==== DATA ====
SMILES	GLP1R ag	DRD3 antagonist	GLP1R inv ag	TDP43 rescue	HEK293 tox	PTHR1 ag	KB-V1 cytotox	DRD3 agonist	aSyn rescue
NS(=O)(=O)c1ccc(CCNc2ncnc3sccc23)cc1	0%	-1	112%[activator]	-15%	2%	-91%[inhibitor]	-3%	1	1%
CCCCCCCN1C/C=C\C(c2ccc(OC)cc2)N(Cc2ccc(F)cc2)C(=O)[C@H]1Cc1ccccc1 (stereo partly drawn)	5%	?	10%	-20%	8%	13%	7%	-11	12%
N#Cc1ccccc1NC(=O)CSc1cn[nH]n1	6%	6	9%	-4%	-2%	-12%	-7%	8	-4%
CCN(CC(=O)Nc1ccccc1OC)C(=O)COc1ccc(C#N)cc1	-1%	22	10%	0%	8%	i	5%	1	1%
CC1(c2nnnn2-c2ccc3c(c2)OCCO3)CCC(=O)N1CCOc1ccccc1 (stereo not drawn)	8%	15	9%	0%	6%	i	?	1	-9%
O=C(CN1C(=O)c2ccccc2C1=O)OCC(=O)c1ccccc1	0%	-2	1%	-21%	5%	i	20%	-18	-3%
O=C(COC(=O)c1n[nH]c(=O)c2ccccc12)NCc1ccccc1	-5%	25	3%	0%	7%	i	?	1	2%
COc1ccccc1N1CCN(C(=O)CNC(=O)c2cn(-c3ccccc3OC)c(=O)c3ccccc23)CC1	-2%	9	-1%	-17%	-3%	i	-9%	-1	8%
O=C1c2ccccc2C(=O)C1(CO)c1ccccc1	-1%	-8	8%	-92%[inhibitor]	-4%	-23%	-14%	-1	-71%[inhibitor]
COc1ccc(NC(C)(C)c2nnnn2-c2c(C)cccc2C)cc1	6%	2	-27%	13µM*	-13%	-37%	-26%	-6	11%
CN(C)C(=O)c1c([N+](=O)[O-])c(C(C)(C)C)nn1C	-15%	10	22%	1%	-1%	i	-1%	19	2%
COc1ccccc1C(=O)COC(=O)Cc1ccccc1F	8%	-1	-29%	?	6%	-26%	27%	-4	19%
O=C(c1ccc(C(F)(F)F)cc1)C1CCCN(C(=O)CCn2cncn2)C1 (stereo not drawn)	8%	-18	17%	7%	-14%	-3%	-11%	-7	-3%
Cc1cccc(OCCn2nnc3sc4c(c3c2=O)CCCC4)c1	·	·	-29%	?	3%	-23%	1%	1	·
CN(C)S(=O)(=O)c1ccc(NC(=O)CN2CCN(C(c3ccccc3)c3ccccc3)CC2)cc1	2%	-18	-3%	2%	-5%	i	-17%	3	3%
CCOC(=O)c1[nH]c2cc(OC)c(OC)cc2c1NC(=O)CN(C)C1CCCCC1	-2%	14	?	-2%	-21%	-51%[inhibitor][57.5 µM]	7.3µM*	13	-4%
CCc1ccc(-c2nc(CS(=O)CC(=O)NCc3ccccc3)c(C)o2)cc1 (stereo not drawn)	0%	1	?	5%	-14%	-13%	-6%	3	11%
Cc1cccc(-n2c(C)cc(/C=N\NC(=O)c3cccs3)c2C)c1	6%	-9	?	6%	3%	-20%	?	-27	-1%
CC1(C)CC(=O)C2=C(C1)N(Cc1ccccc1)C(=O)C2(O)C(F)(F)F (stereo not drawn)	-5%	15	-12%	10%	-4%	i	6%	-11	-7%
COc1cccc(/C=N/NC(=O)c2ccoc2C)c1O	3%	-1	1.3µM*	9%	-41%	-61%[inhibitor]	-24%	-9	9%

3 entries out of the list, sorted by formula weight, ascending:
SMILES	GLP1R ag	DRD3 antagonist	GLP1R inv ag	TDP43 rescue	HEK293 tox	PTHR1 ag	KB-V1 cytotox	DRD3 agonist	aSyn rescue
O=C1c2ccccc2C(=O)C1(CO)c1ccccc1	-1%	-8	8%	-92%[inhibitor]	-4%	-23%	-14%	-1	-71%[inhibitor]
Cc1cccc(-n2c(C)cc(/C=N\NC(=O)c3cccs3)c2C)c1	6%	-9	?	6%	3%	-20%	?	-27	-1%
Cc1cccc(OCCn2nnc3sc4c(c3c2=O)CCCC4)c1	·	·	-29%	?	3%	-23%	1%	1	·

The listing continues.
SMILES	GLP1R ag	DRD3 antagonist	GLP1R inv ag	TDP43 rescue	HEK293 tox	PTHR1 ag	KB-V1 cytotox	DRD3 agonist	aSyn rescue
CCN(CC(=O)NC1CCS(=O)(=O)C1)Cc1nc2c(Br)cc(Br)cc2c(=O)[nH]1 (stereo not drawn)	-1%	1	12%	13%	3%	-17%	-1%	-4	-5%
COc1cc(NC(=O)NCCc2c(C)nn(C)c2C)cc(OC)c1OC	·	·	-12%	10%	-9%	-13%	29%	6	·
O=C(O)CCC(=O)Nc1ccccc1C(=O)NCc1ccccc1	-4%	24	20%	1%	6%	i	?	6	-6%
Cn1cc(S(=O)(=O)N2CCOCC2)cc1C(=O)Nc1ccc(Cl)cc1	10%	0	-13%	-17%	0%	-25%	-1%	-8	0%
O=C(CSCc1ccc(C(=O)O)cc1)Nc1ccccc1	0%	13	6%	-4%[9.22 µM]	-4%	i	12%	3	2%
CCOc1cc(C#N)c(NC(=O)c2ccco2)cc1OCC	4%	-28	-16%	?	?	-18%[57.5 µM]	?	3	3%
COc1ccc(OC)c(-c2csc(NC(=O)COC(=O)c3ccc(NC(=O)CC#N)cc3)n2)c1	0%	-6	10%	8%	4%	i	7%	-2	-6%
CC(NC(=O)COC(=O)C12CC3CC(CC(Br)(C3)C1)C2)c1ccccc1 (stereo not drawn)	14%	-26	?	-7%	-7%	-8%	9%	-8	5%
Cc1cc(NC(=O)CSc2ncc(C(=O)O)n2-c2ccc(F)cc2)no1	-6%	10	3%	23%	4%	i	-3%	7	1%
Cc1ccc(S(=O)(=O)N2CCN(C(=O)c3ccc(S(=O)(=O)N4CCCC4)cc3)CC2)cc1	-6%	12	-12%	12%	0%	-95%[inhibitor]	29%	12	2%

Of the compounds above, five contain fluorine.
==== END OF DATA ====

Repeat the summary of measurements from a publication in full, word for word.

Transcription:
SMILES	GLP1R ag	DRD3 antagonist	GLP1R inv ag	TDP43 rescue	HEK293 tox	PTHR1 ag	KB-V1 cytotox	DRD3 agonist	aSyn rescue
NS(=O)(=O)c1ccc(CCNc2ncnc3sccc23)cc1	0%	-1	112%[activator]	-15%	2%	-91%[inhibitor]	-3%	1	1%
CCCCCCCN1C/C=C\C(c2ccc(OC)cc2)N(Cc2ccc(F)cc2)C(=O)[C@H]1Cc1ccccc1 (stereo partly drawn)	5%	?	10%	-20%	8%	13%	7%	-11	12%
N#Cc1ccccc1NC(=O)CSc1cn[nH]n1	6%	6	9%	-4%	-2%	-12%	-7%	8	-4%
CCN(CC(=O)Nc1ccccc1OC)C(=O)COc1ccc(C#N)cc1	-1%	22	10%	0%	8%	i	5%	1	1%
CC1(c2nnnn2-c2ccc3c(c2)OCCO3)CCC(=O)N1CCOc1ccccc1 (stereo not drawn)	8%	15	9%	0%	6%	i	?	1	-9%
O=C(CN1C(=O)c2ccccc2C1=O)OCC(=O)c1ccccc1	0%	-2	1%	-21%	5%	i	20%	-18	-3%
O=C(COC(=O)c1n[nH]c(=O)c2ccccc12)NCc1ccccc1	-5%	25	3%	0%	7%	i	?	1	2%
COc1ccccc1N1CCN(C(=O)CNC(=O)c2cn(-c3ccccc3OC)c(=O)c3ccccc23)CC1	-2%	9	-1%	-17%	-3%	i	-9%	-1	8%
O=C1c2ccccc2C(=O)C1(CO)c1ccccc1	-1%	-8	8%	-92%[inhibitor]	-4%	-23%	-14%	-1	-71%[inhibitor]
COc1ccc(NC(C)(C)c2nnnn2-c2c(C)cccc2C)cc1	6%	2	-27%	13µM*	-13%	-37%	-26%	-6	11%
CN(C)C(=O)c1c([N+](=O)[O-])c(C(C)(C)C)nn1C	-15%	10	22%	1%	-1%	i	-1%	19	2%
COc1ccccc1C(=O)COC(=O)Cc1ccccc1F	8%	-1	-29%	?	6%	-26%	27%	-4	19%
O=C(c1ccc(C(F)(F)F)cc1)C1CCCN(C(=O)CCn2cncn2)C1 (stereo not drawn)	8%	-18	17%	7%	-14%	-3%	-11%	-7	-3%
Cc1cccc(OCCn2nnc3sc4c(c3c2=O)CCCC4)c1	·	·	-29%	?	3%	-23%	1%	1	·
CN(C)S(=O)(=O)c1ccc(NC(=O)CN2CCN(C(c3ccccc3)c3ccccc3)CC2)cc1	2%	-18	-3%	2%	-5%	i	-17%	3	3%
CCOC(=O)c1[nH]c2cc(OC)c(OC)cc2c1NC(=O)CN(C)C1CCCCC1	-2%	14	?	-2%	-21%	-51%[inhibitor][57.5 µM]	7.3µM*	13	-4%
CCc1ccc(-c2nc(CS(=O)CC(=O)NCc3ccccc3)c(C)o2)cc1 (stereo not drawn)	0%	1	?	5%	-14%	-13%	-6%	3	11%
Cc1cccc(-n2c(C)cc(/C=N\NC(=O)c3cccs3)c2C)c1	6%	-9	?	6%	3%	-20%	?	-27	-1%
CC1(C)CC(=O)C2=C(C1)N(Cc1ccccc1)C(=O)C2(O)C(F)(F)F (stereo not drawn)	-5%	15	-12%	10%	-4%	i	6%	-11	-7%
COc1cccc(/C=N/NC(=O)c2ccoc2C)c1O	3%	-1	1.3µM*	9%	-41%	-61%[inhibitor]	-24%	-9	9%

3 entries out of the list, sorted by formula weight, ascending:
SMILES	GLP1R ag	DRD3 antagonist	GLP1R inv ag	TDP43 rescue	HEK293 tox	PTHR1 ag	KB-V1 cytotox	DRD3 agonist	aSyn rescue
O=C1c2ccccc2C(=O)C1(CO)c1ccccc1	-1%	-8	8%	-92%[inhibitor]	-4%	-23%	-14%	-1	-71%[inhibitor]
Cc1cccc(-n2c(C)cc(/C=N\NC(=O)c3cccs3)c2C)c1	6%	-9	?	6%	3%	-20%	?	-27	-1%
Cc1cccc(OCCn2nnc3sc4c(c3c2=O)CCCC4)c1	·	·	-29%	?	3%	-23%	1%	1	·

The listing continues.
SMILES	GLP1R ag	DRD3 antagonist	GLP1R inv ag	TDP43 rescue	HEK293 tox	PTHR1 ag	KB-V1 cytotox	DRD3 agonist	aSyn rescue
CCN(CC(=O)NC1CCS(=O)(=O)C1)Cc1nc2c(Br)cc(Br)cc2c(=O)[nH]1 (stereo not drawn)	-1%	1	12%	13%	3%	-17%	-1%	-4	-5%
COc1cc(NC(=O)NCCc2c(C)nn(C)c2C)cc(OC)c1OC	·	·	-12%	10%	-9%	-13%	29%	6	·
O=C(O)CCC(=O)Nc1ccccc1C(=O)NCc1ccccc1	-4%	24	20%	1%	6%	i	?	6	-6%
Cn1cc(S(=O)(=O)N2CCOCC2)cc1C(=O)Nc1ccc(Cl)cc1	10%	0	-13%	-17%	0%	-25%	-1%	-8	0%
O=C(CSCc1ccc(C(=O)O)cc1)Nc1ccccc1	0%	13	6%	-4%[9.22 µM]	-4%	i	12%	3	2%
CCOc1cc(C#N)c(NC(=O)c2ccco2)cc1OCC	4%	-28	-16%	?	?	-18%[57.5 µM]	?	3	3%
COc1ccc(OC)c(-c2csc(NC(=O)COC(=O)c3ccc(NC(=O)CC#N)cc3)n2)c1	0%	-6	10%	8%	4%	i	7%	-2	-6%
CC(NC(=O)COC(=O)C12CC3CC(CC(Br)(C3)C1)C2)c1ccccc1 (stereo not drawn)	14%	-26	?	-7%	-7%	-8%	9%	-8	5%
Cc1cc(NC(=O)CSc2ncc(C(=O)O)n2-c2ccc(F)cc2)no1	-6%	10	3%	23%	4%	i	-3%	7	1%
Cc1ccc(S(=O)(=O)N2CCN(C(=O)c3ccc(S(=O)(=O)N4CCCC4)cc3)CC2)cc1	-6%	12	-12%	12%	0%	-95%[inhibitor]	29%	12	2%

Of the compounds above, five contain fluorine.